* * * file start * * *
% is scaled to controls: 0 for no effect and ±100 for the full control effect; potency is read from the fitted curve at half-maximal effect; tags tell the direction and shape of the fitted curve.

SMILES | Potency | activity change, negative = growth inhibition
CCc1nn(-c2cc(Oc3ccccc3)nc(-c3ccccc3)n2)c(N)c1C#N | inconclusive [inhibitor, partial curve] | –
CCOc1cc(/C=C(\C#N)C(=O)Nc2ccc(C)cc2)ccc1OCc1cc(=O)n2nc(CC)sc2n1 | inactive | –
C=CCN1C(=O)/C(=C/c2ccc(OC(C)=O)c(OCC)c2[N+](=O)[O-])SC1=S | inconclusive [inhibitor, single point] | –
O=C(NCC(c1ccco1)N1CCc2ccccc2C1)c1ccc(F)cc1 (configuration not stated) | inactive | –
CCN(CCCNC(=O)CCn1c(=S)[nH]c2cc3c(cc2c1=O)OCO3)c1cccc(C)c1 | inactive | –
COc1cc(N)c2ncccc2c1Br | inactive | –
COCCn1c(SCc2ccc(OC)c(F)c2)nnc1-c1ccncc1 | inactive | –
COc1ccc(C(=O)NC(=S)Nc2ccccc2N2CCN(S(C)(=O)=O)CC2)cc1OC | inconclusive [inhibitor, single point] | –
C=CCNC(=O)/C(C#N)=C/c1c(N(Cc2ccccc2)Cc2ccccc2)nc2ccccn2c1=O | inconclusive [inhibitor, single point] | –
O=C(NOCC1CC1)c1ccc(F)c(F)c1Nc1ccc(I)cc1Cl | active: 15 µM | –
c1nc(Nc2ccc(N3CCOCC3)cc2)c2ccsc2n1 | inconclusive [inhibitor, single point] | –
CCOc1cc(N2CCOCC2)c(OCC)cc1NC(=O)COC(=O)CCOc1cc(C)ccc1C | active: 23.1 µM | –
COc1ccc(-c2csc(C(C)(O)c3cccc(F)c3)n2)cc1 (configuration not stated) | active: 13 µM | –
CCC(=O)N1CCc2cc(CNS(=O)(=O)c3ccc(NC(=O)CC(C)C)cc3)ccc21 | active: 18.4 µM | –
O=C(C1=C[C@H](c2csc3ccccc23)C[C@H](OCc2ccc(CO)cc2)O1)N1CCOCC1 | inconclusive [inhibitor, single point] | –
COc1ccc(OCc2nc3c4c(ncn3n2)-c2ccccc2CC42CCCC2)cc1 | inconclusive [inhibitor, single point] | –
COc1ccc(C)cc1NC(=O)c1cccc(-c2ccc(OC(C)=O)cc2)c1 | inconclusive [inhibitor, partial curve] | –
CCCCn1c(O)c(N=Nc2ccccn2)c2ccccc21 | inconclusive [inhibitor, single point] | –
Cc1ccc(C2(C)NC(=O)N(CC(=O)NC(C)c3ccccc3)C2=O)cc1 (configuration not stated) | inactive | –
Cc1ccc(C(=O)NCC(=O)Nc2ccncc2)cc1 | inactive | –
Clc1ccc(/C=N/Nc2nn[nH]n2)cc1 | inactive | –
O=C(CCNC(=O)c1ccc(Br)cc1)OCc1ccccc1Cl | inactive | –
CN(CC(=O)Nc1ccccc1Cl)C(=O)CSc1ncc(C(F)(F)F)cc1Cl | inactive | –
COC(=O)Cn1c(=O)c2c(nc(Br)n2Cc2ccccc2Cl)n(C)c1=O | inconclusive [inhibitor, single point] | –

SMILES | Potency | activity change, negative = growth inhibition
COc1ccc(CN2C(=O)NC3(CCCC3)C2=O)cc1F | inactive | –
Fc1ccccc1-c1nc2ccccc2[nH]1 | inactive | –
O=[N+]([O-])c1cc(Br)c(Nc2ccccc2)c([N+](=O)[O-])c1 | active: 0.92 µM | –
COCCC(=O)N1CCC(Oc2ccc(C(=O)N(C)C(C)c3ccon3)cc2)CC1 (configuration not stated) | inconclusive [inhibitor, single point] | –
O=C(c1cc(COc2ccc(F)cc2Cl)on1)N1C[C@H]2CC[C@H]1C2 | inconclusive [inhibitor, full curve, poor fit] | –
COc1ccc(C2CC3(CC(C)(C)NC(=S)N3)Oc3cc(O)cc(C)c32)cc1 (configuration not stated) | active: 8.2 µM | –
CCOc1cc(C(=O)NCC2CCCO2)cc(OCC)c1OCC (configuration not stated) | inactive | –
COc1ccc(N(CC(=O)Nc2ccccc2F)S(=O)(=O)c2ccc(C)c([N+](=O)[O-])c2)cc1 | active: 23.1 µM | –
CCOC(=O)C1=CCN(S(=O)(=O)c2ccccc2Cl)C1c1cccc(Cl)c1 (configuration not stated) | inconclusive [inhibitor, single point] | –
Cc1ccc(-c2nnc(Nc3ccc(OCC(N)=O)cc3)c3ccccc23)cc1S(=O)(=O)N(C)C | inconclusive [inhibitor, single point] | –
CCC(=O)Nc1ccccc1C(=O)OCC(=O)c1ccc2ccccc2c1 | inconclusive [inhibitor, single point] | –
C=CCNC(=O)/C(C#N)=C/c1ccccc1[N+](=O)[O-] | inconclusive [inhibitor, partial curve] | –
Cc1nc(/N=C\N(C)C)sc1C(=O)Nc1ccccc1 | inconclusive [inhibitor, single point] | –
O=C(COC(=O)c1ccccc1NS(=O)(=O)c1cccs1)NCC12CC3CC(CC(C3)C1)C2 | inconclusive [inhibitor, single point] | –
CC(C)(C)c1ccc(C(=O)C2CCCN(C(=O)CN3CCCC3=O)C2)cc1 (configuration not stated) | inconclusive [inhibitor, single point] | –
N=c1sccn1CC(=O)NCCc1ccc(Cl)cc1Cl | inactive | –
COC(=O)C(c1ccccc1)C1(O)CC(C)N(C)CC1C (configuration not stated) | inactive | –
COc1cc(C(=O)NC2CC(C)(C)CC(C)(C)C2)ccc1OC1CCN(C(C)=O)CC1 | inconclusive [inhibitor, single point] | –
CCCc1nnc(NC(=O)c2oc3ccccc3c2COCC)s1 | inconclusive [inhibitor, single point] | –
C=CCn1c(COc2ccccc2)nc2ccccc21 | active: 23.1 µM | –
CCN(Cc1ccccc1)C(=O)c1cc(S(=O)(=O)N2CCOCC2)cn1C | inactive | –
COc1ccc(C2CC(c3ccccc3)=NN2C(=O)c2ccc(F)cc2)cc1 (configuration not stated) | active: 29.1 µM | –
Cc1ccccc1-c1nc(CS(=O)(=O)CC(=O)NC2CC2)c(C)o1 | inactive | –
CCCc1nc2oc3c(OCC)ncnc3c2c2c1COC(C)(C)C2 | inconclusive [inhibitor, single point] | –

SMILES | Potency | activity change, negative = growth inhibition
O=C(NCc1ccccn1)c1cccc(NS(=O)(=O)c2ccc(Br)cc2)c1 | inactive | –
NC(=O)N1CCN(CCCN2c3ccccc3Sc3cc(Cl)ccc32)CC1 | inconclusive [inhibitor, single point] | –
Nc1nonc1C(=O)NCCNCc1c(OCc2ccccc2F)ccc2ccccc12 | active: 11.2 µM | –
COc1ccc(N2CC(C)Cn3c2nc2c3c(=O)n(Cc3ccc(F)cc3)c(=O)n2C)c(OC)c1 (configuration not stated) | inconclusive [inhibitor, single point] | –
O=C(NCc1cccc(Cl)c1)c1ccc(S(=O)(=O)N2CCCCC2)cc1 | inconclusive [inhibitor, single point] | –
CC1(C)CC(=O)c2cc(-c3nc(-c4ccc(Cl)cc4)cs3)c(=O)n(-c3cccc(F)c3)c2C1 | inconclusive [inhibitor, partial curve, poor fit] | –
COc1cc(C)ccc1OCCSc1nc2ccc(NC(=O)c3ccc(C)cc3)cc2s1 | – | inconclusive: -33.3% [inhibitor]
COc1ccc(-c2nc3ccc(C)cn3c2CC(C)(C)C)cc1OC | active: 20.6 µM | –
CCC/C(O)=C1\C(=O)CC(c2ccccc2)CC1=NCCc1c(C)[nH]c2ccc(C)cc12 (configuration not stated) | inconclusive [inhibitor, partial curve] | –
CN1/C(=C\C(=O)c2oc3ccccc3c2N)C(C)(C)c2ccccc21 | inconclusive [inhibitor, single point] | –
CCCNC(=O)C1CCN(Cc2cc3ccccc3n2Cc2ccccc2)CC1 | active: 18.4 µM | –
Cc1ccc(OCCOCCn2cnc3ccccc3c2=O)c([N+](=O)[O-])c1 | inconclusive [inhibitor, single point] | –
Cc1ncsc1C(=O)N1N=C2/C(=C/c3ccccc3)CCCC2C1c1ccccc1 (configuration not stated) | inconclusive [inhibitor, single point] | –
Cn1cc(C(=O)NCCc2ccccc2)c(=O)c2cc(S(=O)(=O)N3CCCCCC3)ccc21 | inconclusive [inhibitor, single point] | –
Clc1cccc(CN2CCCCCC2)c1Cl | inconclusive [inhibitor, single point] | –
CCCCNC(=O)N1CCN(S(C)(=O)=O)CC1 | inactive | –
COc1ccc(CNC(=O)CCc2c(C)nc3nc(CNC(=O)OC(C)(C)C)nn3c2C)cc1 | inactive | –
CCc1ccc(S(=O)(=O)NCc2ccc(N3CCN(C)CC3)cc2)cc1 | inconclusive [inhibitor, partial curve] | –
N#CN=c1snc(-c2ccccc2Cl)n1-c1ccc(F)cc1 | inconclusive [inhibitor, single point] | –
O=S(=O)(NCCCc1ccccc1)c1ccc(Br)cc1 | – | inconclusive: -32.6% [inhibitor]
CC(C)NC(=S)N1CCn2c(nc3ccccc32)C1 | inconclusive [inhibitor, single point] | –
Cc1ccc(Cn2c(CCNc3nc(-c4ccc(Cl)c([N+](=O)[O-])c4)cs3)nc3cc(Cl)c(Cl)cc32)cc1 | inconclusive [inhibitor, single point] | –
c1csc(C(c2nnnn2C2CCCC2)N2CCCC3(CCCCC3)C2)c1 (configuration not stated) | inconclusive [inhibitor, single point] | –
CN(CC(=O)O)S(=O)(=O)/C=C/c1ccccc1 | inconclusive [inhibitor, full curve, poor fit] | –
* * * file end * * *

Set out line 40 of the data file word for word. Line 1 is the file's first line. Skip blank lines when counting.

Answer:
Cc1nc(/N=C\N(C)C)sc1C(=O)Nc1ccccc1 | inconclusive [inhibitor, single point] | –